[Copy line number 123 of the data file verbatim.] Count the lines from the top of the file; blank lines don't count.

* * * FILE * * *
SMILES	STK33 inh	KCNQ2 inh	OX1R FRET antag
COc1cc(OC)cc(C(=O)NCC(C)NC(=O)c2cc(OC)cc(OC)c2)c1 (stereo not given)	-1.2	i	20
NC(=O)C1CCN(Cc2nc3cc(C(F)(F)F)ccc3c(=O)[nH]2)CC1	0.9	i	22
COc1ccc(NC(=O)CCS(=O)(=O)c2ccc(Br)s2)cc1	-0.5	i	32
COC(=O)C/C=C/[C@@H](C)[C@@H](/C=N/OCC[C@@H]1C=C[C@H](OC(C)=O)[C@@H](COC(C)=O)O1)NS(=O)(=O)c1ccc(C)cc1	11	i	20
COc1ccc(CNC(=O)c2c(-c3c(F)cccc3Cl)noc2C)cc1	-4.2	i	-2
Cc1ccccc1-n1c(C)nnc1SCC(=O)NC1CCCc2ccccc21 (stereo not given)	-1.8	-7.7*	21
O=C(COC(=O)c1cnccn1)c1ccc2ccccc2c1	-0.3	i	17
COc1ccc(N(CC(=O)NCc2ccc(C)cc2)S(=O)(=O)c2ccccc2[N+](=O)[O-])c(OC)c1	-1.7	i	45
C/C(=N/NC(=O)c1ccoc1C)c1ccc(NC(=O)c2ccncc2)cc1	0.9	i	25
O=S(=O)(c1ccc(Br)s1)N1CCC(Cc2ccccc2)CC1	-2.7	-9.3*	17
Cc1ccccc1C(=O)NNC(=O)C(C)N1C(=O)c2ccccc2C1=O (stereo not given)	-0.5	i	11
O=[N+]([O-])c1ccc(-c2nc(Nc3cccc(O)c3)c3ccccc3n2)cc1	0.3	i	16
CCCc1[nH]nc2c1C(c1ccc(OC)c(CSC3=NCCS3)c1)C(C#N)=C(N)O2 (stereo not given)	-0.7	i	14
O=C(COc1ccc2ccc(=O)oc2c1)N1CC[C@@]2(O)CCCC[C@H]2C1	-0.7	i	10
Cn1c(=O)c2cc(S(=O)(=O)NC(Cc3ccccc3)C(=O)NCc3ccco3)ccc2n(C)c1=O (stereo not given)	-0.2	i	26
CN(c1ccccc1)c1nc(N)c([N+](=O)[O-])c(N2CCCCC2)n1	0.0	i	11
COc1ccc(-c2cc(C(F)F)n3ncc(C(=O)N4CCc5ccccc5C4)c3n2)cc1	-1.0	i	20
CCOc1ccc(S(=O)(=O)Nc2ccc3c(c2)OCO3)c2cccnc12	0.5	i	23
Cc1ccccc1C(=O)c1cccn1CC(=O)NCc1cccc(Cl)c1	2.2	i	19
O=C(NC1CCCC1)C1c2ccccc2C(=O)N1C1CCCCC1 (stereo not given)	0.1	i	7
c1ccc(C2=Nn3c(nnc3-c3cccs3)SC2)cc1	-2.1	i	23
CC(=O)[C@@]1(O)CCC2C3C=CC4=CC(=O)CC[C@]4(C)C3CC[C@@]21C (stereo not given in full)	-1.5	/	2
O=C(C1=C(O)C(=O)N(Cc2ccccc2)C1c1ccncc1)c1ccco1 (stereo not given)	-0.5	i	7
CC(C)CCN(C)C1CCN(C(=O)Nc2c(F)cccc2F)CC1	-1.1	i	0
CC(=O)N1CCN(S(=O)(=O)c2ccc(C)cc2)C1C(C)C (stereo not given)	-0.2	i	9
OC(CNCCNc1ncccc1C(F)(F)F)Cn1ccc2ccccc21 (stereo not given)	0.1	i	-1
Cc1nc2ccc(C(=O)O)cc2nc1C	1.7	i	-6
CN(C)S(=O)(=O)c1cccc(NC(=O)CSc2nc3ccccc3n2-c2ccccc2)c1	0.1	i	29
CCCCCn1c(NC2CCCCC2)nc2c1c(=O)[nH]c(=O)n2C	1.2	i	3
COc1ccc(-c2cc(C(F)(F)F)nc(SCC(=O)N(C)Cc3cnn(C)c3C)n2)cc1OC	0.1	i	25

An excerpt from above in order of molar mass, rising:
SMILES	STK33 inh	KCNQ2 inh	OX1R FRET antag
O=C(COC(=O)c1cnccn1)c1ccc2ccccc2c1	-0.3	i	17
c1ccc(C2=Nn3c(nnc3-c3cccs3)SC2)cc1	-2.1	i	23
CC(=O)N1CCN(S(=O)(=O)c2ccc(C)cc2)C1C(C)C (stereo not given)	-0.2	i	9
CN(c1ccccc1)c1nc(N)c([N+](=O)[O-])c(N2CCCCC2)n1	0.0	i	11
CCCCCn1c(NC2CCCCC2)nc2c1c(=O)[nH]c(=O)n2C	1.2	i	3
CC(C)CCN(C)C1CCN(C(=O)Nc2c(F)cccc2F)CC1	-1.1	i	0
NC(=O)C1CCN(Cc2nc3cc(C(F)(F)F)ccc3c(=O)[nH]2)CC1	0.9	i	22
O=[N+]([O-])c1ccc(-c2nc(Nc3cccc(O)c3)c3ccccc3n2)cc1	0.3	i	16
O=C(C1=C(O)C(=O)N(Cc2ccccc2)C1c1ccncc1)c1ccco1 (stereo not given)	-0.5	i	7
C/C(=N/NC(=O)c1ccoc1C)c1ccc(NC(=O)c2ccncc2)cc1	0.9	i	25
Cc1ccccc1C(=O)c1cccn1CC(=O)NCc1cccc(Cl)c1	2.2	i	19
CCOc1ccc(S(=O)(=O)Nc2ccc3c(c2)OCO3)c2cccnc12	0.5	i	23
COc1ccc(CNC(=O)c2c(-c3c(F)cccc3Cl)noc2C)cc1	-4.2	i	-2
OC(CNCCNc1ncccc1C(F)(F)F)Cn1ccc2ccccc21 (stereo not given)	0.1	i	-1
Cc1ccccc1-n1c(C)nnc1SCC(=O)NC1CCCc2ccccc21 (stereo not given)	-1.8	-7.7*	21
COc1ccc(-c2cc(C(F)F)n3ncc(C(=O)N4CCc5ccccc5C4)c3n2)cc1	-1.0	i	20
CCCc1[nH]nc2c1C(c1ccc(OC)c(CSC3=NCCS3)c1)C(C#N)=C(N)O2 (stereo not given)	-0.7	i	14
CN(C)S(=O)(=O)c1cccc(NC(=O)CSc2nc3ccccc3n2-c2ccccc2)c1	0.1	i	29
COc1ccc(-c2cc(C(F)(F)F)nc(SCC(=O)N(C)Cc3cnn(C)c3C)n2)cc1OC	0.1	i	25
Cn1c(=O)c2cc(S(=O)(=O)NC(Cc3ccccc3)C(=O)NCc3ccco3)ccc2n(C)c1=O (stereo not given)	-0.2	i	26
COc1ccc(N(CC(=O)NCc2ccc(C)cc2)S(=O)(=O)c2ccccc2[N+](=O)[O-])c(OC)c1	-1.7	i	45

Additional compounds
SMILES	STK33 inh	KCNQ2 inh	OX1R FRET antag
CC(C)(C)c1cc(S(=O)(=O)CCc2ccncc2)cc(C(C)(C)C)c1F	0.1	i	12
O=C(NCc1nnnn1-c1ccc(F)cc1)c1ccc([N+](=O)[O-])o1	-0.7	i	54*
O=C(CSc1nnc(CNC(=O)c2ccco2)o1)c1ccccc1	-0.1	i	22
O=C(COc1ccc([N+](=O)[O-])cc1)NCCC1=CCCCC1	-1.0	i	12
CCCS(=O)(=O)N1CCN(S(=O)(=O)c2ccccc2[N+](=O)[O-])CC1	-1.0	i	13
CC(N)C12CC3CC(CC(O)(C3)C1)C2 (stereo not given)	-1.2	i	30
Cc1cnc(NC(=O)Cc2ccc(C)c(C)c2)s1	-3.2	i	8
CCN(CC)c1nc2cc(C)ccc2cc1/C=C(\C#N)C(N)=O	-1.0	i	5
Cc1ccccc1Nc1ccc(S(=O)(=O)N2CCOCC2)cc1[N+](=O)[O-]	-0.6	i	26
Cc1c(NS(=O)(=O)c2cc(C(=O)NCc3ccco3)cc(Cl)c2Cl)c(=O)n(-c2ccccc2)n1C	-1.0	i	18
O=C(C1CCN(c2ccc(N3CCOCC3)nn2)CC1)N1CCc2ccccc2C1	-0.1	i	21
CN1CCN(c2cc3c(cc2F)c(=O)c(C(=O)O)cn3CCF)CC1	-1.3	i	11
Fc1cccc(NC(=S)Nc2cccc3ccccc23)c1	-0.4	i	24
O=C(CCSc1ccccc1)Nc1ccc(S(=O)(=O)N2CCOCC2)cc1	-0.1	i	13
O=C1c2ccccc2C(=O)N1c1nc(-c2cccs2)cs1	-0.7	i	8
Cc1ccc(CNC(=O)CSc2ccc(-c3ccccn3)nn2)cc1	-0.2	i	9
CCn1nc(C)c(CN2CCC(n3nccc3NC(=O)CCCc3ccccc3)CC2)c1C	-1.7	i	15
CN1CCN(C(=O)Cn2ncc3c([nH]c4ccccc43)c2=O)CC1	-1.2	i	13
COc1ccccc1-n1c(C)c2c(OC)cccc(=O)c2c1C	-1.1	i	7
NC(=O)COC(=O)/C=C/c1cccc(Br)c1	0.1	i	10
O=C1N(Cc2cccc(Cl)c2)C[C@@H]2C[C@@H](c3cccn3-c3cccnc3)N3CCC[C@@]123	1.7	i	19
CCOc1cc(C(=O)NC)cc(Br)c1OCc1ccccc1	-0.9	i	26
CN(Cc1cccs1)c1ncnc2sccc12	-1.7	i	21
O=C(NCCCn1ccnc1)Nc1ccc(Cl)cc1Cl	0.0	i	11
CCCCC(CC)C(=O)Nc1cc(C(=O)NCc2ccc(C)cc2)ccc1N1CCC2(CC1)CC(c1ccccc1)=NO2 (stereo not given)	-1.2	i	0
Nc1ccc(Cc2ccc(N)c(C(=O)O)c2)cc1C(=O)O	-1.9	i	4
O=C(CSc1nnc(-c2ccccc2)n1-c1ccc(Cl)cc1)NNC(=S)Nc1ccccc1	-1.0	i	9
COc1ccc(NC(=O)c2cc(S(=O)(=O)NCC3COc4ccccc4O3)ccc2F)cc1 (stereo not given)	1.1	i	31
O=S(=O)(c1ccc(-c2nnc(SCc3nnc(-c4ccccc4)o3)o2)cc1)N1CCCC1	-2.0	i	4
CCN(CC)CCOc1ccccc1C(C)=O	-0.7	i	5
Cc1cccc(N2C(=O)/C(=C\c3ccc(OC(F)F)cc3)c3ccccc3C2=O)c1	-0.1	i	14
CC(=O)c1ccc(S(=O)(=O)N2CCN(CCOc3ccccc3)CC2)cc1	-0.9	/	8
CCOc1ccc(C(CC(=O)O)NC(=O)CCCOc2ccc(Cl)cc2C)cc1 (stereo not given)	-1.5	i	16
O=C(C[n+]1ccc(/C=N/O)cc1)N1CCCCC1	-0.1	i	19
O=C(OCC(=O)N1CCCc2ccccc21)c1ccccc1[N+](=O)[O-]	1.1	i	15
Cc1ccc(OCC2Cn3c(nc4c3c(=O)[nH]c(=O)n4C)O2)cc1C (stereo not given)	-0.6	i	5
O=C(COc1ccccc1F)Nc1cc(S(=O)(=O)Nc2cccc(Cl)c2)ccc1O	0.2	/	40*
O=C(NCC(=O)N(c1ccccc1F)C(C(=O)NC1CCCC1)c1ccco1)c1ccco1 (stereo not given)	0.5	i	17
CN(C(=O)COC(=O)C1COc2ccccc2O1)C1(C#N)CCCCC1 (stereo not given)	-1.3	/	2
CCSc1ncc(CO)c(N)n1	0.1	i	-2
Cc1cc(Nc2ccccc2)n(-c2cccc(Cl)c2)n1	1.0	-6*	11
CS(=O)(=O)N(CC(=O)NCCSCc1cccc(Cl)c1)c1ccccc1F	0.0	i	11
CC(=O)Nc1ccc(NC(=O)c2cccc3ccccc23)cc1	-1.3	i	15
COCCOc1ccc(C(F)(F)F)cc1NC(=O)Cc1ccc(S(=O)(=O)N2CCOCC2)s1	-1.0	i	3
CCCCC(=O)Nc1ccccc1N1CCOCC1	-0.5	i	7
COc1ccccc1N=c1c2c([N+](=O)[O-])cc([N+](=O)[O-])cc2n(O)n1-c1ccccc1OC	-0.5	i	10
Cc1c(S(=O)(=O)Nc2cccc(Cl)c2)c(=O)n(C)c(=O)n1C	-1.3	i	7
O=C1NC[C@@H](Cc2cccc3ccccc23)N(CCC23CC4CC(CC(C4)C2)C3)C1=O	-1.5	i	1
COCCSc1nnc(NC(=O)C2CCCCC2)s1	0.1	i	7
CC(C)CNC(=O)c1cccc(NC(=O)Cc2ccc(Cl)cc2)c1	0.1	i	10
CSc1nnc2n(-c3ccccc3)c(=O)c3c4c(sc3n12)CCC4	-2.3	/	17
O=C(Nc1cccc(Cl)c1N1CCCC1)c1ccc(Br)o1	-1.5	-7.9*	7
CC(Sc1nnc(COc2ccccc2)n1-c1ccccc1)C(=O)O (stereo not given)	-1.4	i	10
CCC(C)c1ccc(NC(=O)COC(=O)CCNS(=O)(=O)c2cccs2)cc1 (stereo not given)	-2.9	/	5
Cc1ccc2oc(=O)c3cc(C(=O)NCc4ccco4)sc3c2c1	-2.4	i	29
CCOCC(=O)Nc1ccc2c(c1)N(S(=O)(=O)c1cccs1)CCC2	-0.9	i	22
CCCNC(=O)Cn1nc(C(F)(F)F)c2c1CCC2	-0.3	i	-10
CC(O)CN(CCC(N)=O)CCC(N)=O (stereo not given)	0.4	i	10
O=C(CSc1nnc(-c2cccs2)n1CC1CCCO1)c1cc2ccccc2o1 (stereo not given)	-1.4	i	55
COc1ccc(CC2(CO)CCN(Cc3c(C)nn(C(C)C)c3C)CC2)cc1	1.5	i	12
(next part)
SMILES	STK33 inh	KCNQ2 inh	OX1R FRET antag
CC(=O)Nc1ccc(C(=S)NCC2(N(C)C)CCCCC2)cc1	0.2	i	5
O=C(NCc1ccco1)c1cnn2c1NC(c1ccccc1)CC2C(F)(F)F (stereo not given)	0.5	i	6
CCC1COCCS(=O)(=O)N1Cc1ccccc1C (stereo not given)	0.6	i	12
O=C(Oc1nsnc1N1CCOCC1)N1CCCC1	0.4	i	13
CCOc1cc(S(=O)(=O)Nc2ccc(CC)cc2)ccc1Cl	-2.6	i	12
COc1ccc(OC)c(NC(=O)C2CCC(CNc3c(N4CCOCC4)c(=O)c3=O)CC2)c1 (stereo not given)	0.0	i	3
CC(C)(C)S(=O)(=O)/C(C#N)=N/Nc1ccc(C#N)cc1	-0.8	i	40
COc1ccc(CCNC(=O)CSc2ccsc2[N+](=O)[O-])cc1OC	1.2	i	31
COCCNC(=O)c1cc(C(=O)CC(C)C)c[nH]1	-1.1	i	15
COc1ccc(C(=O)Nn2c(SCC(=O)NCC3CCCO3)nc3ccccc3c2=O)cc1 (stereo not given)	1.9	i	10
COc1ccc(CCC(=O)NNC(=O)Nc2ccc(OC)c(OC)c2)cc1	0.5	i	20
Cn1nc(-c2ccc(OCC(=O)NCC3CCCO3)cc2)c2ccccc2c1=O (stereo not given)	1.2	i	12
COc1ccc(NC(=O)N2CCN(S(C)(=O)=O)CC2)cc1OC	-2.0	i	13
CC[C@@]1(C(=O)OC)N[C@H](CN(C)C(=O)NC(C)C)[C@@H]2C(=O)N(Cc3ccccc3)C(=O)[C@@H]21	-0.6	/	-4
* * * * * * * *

CCOc1cc(S(=O)(=O)Nc2ccc(CC)cc2)ccc1Cl	-2.6	i	12